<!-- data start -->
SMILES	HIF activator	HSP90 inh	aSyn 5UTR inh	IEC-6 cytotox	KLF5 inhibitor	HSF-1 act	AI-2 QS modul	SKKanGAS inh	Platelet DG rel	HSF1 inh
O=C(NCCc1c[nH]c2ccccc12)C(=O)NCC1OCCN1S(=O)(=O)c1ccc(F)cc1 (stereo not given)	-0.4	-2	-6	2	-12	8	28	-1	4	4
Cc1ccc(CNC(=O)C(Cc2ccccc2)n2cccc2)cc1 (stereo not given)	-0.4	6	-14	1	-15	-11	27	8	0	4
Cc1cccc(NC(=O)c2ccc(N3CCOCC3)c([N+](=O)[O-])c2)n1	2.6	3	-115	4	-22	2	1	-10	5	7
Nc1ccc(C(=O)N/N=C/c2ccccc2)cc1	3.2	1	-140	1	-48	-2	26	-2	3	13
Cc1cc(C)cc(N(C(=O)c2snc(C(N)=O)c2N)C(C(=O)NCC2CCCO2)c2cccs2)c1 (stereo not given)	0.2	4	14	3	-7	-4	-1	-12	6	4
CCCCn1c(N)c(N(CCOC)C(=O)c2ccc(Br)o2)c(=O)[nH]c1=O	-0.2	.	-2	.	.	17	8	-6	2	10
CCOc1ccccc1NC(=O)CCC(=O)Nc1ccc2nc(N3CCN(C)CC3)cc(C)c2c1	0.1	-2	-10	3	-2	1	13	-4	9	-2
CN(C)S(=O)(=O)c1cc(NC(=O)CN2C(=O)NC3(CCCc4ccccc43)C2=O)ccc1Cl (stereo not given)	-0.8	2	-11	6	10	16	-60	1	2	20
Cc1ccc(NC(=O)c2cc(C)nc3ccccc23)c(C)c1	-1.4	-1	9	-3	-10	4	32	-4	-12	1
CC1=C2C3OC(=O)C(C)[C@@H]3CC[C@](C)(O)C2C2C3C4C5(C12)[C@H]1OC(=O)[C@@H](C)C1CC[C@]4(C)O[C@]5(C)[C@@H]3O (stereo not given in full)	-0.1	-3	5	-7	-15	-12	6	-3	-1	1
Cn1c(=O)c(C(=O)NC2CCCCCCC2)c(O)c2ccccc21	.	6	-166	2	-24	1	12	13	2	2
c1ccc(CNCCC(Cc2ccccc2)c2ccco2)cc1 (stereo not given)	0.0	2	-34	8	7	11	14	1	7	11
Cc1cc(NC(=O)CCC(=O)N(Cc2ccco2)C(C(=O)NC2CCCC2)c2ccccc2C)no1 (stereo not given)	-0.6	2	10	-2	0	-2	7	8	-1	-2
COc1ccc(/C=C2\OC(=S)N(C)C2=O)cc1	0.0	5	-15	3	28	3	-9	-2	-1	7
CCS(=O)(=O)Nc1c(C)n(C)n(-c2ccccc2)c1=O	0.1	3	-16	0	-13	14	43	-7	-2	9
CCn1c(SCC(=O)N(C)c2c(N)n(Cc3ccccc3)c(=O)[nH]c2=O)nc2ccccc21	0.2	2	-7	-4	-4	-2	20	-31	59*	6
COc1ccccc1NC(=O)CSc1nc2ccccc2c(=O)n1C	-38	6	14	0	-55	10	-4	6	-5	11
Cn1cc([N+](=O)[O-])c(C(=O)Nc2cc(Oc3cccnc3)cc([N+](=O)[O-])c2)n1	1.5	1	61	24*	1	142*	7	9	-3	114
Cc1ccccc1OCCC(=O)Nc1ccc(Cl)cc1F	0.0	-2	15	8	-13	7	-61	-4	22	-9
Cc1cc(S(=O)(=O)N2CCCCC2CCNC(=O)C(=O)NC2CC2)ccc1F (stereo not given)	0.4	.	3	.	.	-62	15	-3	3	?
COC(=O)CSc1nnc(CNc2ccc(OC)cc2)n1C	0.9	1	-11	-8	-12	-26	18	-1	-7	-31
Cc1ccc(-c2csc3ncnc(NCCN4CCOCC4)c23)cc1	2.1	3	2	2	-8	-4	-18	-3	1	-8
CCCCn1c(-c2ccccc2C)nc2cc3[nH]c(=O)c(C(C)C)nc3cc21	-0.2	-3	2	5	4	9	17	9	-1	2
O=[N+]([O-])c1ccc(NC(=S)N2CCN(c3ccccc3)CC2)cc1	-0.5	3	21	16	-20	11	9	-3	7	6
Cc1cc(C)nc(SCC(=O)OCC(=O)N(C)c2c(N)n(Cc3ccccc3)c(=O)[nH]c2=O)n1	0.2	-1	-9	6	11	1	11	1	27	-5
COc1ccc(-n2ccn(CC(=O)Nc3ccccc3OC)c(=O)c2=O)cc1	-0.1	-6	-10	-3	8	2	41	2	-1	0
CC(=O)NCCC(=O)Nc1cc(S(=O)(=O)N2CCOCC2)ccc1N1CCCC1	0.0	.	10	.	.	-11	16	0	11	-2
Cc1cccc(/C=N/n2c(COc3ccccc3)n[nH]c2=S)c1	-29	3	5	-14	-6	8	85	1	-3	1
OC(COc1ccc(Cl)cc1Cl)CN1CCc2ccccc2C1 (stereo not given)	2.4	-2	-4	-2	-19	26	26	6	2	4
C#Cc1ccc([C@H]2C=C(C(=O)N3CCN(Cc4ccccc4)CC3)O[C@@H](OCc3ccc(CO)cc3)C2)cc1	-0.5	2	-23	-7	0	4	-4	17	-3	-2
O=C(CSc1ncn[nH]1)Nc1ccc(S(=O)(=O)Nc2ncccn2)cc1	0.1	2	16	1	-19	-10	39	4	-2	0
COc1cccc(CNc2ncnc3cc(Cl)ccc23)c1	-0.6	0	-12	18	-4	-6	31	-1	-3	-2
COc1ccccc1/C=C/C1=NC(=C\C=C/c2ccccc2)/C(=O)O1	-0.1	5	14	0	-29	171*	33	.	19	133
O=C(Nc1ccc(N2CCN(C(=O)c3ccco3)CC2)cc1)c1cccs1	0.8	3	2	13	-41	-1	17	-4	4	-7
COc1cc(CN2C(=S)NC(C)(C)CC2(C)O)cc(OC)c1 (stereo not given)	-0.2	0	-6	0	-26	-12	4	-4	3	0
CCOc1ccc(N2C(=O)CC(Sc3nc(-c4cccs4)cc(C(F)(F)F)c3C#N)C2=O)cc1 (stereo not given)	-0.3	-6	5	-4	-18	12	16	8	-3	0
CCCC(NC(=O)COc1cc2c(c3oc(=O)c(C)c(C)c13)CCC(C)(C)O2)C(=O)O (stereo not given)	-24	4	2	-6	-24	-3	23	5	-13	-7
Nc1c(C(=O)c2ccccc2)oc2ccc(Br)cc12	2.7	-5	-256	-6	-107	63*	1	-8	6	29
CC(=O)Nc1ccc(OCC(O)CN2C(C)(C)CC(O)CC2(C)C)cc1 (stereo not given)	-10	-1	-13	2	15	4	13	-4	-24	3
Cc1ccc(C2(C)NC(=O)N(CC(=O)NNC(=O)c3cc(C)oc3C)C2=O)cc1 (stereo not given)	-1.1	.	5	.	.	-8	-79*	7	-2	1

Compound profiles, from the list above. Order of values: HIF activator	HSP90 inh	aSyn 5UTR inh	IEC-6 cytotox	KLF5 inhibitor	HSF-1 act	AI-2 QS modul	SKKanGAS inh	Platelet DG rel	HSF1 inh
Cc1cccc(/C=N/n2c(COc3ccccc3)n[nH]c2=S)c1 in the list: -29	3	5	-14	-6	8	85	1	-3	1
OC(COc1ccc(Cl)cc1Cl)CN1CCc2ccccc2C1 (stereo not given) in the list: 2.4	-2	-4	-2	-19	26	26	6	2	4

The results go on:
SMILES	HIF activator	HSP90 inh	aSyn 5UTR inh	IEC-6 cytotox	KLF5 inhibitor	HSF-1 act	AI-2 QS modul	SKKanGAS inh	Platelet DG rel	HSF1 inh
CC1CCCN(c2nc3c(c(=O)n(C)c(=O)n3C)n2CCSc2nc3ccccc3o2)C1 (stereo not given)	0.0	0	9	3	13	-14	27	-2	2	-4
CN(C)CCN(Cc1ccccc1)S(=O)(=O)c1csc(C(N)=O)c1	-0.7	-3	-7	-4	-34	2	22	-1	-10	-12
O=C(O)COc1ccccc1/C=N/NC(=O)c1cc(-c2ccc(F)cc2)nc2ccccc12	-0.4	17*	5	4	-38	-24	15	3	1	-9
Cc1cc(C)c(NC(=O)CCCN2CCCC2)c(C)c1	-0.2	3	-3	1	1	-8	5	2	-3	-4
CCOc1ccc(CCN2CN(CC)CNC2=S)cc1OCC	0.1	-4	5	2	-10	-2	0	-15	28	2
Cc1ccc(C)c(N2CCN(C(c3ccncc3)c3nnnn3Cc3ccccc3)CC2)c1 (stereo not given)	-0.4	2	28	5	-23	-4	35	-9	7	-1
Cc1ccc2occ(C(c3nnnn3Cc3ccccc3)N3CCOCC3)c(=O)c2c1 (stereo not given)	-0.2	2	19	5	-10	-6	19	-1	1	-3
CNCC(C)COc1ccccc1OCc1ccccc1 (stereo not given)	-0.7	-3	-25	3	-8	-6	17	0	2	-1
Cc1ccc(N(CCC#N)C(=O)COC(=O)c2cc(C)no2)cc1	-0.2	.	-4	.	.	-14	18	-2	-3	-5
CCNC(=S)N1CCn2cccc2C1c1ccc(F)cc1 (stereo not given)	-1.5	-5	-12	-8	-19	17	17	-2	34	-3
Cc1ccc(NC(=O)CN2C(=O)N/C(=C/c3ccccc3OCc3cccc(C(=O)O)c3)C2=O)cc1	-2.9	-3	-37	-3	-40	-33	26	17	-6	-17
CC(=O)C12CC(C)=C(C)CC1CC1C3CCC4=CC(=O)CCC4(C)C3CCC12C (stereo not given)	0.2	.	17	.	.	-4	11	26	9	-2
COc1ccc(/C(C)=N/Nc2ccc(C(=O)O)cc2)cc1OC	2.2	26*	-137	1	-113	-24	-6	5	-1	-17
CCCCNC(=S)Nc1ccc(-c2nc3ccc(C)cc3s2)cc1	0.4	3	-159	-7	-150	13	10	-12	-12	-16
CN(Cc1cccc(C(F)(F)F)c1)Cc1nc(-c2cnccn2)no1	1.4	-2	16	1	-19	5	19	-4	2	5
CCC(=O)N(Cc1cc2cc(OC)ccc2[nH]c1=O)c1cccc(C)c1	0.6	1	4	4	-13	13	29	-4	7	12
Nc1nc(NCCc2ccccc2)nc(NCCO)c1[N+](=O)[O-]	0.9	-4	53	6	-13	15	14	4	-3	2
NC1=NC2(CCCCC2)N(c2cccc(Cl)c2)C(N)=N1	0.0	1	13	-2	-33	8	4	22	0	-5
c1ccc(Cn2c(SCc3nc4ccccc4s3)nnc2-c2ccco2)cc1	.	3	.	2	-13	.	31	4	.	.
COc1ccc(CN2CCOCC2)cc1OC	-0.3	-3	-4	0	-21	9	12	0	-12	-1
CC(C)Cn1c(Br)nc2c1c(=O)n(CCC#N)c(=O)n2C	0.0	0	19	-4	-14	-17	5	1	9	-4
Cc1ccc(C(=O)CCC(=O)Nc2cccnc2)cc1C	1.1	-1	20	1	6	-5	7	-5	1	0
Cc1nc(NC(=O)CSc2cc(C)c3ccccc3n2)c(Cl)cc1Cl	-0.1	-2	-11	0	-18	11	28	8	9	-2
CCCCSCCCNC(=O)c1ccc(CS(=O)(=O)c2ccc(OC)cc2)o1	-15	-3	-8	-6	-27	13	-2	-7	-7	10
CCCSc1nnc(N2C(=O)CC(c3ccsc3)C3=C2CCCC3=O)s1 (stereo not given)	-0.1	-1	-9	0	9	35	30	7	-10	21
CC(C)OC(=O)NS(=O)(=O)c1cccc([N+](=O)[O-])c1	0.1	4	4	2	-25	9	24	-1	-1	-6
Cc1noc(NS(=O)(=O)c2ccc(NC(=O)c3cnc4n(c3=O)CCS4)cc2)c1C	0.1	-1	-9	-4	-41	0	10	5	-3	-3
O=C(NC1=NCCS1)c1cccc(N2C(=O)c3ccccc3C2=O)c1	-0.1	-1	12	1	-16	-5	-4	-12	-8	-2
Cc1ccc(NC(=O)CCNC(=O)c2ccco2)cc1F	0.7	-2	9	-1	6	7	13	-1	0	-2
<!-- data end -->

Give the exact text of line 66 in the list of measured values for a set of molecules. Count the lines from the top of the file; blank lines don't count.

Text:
COc1ccc(CN2CCOCC2)cc1OC	-0.3	-3	-4	0	-21	9	12	0	-12	-1